Foundation Award for Teaching

David Romano

Dr. David Romano

College of Humanities and Public Affairs
Political Science

I. Philosophy of Teaching

Besides the standard program of assigned readings, lectures, examinations and essay assignments, I incorporate innovative and experiential learning into my courses as much as possible.  In a new class I developed ("Playing Games with the World"), I had students learn international relations (IR) theories via a whole range of simulations, popular culture and games, from Statecraft (an on-line IR simulation) to Game of Thrones and Diplomatic Mission (a "liberal" board game meant to foster cooperation and peace rather than the more usual crushing and shaming of one's enemies).

In my “Foreign Policies of Middle Eastern States” class, I created a Syria/Iraq crisis simulation in which students take on the roles of the most significant political actors. Students who fail to achieve their goals via negotiation may choose to pursue diplomacy by other means, for which the simulation includes a giant Middle East RISK-style board that my wife made, complete with my best educated guess as to the balance and disposition of various military forces and militias.  We enjoy these exercises tremendously, and occasionally the students and I are astonished at how closely subsequent events match what happened in the simulations.

I also created 4 week study abroad program to Turkey. Students on the trips interviewed ministers of parliament, human rights activists, U.S. embassy political affairs officers, average supporters of the governing party, minorities, refugees and PKK supporters and others, spending time in Istanbul, Gallipoli, Ankara and Van. Many students described the experience as "life changing" and told me it gave them direction for what they want to do after they graduate.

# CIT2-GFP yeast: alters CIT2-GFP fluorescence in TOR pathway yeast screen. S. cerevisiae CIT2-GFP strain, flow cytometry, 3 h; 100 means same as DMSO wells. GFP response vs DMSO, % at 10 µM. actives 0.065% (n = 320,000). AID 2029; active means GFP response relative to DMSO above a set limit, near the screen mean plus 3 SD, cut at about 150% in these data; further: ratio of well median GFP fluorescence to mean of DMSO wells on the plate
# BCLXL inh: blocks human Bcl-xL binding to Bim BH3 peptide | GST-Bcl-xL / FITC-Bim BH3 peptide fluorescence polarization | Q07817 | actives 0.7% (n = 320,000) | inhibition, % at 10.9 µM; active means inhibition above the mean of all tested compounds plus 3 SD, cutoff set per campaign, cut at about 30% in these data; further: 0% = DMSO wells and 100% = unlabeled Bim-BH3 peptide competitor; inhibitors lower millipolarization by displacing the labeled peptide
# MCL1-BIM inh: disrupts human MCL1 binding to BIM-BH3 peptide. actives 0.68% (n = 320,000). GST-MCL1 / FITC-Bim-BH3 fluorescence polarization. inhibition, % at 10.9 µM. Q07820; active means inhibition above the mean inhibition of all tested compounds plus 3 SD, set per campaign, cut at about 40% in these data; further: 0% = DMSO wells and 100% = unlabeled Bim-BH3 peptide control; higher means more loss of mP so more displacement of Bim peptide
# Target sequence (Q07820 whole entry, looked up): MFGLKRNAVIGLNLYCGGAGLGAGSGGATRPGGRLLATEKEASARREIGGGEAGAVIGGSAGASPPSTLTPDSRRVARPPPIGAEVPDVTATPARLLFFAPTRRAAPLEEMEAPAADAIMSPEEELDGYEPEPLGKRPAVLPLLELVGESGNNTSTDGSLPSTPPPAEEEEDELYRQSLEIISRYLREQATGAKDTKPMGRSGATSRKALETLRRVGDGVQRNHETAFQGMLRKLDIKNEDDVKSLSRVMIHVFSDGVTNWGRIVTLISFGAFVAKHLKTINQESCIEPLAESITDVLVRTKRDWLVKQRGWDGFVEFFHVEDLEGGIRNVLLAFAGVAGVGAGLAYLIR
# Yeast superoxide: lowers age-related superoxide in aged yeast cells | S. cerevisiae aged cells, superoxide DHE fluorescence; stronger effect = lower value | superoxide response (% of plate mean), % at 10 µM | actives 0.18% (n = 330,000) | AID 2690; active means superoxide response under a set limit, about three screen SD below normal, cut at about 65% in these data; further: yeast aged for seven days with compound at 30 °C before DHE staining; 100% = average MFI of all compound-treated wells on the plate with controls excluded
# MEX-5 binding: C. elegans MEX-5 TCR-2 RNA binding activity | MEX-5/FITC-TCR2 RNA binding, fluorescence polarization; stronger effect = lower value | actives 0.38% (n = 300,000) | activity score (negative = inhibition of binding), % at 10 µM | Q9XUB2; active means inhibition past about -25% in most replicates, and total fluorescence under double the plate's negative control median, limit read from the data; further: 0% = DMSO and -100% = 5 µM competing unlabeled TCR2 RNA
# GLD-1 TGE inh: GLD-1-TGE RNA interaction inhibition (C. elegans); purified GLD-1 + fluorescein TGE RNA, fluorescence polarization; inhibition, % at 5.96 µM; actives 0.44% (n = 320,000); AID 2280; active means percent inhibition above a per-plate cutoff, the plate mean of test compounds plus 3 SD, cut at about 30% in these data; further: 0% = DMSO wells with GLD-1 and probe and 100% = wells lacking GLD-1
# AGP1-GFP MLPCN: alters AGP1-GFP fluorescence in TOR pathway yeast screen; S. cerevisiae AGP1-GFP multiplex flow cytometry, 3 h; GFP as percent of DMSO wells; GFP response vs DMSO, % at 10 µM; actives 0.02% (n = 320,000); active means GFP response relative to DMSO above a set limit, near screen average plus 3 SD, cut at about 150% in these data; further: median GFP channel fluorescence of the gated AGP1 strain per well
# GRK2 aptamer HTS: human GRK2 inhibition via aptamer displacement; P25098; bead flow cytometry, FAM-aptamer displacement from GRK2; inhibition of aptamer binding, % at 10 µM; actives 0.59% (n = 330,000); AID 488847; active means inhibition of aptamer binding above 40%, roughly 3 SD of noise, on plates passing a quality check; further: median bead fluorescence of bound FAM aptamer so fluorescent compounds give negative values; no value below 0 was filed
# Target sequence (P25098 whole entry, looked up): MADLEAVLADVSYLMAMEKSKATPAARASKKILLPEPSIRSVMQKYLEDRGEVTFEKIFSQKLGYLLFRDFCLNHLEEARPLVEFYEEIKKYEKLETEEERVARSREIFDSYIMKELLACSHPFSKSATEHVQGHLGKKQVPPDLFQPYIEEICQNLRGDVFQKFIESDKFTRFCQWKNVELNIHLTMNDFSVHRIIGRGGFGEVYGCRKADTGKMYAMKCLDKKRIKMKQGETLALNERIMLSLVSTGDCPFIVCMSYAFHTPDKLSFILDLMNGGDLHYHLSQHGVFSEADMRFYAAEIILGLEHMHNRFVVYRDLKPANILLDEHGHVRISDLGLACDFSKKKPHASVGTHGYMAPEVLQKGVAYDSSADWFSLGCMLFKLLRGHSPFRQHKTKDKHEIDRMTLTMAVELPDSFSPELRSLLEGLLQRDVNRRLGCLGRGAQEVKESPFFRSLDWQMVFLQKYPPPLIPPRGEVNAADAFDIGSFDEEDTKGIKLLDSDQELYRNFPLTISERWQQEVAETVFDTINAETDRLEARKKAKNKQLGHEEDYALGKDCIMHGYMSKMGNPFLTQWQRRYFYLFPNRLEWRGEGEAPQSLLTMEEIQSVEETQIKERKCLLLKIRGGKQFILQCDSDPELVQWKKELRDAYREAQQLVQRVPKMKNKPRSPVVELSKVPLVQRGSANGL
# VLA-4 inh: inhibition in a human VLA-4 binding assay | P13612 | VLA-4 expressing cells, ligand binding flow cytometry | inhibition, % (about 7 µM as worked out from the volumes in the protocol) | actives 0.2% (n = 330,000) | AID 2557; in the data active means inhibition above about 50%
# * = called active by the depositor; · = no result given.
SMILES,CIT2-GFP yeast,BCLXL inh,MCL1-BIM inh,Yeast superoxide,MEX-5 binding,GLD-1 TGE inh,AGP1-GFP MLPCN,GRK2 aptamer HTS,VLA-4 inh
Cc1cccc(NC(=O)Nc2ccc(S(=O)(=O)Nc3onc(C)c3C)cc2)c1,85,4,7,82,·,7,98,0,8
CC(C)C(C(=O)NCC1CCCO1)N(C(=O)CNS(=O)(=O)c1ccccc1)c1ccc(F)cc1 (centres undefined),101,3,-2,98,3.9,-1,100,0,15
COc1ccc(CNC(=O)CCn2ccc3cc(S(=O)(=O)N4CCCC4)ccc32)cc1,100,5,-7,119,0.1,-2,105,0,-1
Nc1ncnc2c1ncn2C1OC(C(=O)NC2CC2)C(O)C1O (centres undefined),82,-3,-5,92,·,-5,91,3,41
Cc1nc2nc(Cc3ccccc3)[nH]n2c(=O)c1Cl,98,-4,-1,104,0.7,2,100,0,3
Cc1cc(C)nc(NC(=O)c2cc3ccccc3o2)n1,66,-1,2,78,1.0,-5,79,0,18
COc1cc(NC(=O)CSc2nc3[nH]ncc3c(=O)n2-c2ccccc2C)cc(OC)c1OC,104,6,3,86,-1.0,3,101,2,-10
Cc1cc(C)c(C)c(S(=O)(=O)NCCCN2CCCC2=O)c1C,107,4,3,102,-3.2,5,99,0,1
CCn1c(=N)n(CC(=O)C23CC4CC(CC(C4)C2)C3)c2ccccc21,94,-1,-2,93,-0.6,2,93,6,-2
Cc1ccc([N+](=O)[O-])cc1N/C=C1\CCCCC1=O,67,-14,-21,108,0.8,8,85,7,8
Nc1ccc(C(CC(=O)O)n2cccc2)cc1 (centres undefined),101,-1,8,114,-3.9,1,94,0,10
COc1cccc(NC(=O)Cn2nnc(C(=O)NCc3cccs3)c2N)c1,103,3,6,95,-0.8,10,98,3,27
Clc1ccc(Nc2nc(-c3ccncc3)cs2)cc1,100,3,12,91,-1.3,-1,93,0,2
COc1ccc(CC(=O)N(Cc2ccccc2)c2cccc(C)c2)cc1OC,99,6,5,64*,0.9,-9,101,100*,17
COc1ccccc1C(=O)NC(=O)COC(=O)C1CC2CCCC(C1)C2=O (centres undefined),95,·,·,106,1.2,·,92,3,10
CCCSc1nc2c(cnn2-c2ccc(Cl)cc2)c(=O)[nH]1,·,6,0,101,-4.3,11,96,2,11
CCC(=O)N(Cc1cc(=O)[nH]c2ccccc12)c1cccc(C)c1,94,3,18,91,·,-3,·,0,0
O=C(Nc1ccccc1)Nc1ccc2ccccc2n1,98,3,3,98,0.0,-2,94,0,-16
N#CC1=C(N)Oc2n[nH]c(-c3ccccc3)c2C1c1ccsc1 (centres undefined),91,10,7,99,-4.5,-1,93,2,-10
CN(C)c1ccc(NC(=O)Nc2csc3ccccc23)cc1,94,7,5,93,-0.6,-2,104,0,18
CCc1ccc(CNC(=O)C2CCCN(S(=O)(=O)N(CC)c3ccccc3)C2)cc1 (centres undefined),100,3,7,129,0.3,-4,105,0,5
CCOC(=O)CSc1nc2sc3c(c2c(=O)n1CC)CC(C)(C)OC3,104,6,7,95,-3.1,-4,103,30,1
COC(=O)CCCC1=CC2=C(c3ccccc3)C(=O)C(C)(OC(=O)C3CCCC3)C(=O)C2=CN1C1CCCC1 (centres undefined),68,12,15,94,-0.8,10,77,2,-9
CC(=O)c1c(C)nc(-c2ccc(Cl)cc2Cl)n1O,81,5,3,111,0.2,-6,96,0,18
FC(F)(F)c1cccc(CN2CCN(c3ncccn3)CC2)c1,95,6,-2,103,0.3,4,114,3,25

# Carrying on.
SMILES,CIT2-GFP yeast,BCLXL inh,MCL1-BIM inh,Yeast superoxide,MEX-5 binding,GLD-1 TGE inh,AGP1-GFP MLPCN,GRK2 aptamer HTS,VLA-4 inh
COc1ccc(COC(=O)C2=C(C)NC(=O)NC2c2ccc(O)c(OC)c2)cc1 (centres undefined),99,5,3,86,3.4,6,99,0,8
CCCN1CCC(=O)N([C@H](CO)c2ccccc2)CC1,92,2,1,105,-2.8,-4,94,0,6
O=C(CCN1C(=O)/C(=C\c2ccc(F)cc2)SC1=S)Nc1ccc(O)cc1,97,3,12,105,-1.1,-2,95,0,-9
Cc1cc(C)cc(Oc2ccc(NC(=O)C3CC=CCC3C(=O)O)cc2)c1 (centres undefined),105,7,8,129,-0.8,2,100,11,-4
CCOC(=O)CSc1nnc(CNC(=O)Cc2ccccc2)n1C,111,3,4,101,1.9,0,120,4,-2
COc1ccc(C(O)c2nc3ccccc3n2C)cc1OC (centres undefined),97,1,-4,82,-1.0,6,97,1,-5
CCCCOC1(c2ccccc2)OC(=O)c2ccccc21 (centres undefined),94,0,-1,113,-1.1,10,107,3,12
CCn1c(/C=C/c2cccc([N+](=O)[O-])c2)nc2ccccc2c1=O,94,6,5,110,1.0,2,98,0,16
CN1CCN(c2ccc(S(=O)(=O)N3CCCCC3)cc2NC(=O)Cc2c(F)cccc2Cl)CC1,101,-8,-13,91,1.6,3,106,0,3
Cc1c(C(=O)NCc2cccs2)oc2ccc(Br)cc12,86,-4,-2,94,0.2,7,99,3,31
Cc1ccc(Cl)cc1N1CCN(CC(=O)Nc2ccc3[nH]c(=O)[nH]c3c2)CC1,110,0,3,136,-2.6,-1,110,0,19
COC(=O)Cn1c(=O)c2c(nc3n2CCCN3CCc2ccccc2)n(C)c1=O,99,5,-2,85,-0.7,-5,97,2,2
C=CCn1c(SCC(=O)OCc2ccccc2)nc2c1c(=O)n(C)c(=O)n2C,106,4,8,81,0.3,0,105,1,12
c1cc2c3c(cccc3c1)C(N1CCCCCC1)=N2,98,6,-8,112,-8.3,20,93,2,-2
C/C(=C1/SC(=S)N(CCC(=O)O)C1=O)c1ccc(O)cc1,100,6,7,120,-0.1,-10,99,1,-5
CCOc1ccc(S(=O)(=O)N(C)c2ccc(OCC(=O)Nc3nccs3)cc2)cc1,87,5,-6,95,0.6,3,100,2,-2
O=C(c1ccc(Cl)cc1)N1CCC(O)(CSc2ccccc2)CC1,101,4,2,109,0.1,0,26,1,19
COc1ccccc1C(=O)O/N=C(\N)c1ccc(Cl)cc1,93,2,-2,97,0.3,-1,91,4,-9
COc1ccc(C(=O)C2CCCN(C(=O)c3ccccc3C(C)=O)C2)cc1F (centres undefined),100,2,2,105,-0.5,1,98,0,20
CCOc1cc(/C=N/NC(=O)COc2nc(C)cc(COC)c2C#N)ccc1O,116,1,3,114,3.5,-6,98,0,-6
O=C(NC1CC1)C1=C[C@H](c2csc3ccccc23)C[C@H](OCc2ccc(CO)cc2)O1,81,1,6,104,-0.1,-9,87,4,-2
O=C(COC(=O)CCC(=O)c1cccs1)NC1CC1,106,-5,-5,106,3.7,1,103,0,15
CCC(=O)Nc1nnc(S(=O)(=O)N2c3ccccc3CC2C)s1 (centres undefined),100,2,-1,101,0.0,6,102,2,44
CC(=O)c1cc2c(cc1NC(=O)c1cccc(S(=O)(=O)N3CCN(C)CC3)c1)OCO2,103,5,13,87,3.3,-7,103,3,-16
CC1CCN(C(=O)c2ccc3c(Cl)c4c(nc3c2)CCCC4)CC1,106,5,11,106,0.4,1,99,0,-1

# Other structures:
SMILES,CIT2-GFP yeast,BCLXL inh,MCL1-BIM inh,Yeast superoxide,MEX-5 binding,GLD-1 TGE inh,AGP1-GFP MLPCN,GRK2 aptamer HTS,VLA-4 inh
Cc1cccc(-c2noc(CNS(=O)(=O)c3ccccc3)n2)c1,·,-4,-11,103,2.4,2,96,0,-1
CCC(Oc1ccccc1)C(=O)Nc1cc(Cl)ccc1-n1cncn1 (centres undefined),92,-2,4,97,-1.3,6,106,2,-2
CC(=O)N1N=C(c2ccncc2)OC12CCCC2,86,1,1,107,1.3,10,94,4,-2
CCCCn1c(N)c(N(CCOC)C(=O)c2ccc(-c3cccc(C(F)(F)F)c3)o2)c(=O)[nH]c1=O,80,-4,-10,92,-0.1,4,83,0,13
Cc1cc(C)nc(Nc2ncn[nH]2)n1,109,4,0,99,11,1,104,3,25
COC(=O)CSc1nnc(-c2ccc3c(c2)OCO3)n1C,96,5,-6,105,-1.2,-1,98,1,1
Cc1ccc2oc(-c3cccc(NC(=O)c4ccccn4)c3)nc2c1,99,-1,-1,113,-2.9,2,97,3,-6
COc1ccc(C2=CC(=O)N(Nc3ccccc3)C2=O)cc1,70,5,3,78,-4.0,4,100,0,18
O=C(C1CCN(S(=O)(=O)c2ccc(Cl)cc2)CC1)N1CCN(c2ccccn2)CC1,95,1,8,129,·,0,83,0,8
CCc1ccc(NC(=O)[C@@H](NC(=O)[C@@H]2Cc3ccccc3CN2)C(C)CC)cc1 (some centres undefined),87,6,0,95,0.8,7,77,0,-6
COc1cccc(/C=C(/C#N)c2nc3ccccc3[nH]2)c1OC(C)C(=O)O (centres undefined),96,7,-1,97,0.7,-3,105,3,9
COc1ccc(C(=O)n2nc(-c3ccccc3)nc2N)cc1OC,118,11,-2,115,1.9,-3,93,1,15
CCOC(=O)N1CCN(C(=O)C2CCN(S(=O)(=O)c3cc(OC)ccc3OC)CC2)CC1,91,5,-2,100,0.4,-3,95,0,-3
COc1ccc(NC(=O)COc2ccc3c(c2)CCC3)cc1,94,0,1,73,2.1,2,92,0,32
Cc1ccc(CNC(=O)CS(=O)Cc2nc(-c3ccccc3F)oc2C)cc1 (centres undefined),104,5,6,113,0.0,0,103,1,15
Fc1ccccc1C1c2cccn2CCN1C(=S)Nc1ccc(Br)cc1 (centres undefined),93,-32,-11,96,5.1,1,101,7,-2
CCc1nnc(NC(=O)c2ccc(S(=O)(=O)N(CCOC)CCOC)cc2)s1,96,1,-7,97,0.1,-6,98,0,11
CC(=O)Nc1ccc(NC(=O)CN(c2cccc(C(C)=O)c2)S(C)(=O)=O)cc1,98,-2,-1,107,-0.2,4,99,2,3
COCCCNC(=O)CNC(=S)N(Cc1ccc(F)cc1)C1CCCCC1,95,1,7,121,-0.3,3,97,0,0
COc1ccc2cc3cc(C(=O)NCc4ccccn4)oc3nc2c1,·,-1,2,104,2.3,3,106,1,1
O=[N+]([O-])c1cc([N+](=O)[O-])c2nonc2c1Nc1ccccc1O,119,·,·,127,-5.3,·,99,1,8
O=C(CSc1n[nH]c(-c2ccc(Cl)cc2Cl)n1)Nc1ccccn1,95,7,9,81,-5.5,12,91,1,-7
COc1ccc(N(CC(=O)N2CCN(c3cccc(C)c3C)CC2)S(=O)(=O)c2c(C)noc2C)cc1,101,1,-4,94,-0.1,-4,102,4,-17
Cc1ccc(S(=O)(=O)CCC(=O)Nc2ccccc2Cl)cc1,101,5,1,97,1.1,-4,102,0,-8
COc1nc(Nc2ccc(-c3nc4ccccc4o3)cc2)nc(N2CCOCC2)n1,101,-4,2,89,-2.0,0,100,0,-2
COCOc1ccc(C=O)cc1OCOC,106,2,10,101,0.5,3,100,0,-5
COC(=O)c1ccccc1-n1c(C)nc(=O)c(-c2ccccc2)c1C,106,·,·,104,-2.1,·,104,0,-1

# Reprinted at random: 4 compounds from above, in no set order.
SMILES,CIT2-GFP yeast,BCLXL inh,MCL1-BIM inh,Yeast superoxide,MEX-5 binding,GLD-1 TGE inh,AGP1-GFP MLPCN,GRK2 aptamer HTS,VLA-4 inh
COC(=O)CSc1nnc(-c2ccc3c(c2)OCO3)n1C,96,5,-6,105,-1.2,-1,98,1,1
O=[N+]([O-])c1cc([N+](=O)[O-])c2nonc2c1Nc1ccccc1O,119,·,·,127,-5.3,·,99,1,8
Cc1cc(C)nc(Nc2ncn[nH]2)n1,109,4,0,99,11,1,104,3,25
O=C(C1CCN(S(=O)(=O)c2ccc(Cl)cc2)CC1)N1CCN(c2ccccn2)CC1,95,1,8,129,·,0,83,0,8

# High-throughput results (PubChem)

II. Example of Courses/Topics

  • Playing Games with the World [Simulations and Games in IR Theory]

  • Politics and Government of the Middle East

  • International Relations Theories (graduate seminar)

  • Foreign Policies of Middle East States

  • Political Violence and Terrorism

  • Selected Nationalisms and Islamisms of the Middle East

  • Summer Course Abroad: Turkey

  • Summer Course Abroad: Croatia and Bosnia

III. Future Projects

I am always testing out new games and simulations to use in my classes, as I like to change these frequently in order to keep things more interesting for me as well.

I would also like to develop a 10 day study abroad trip to Israel in the future, focusing on contested nationalisms within and between Israel and the Palestinian Authority.

I love to eventually also write a textbook on the foreign policies of Middle Eastern states.

IV. Topics related to teaching and of interest to the University Community, for which you are available for presentations and/or consultations (e.g., presentation tools, special topics, technology, public affairs).

  • Creation and use of simulations in social science teaching

  • Middle Eastern affairs

  • Study abroad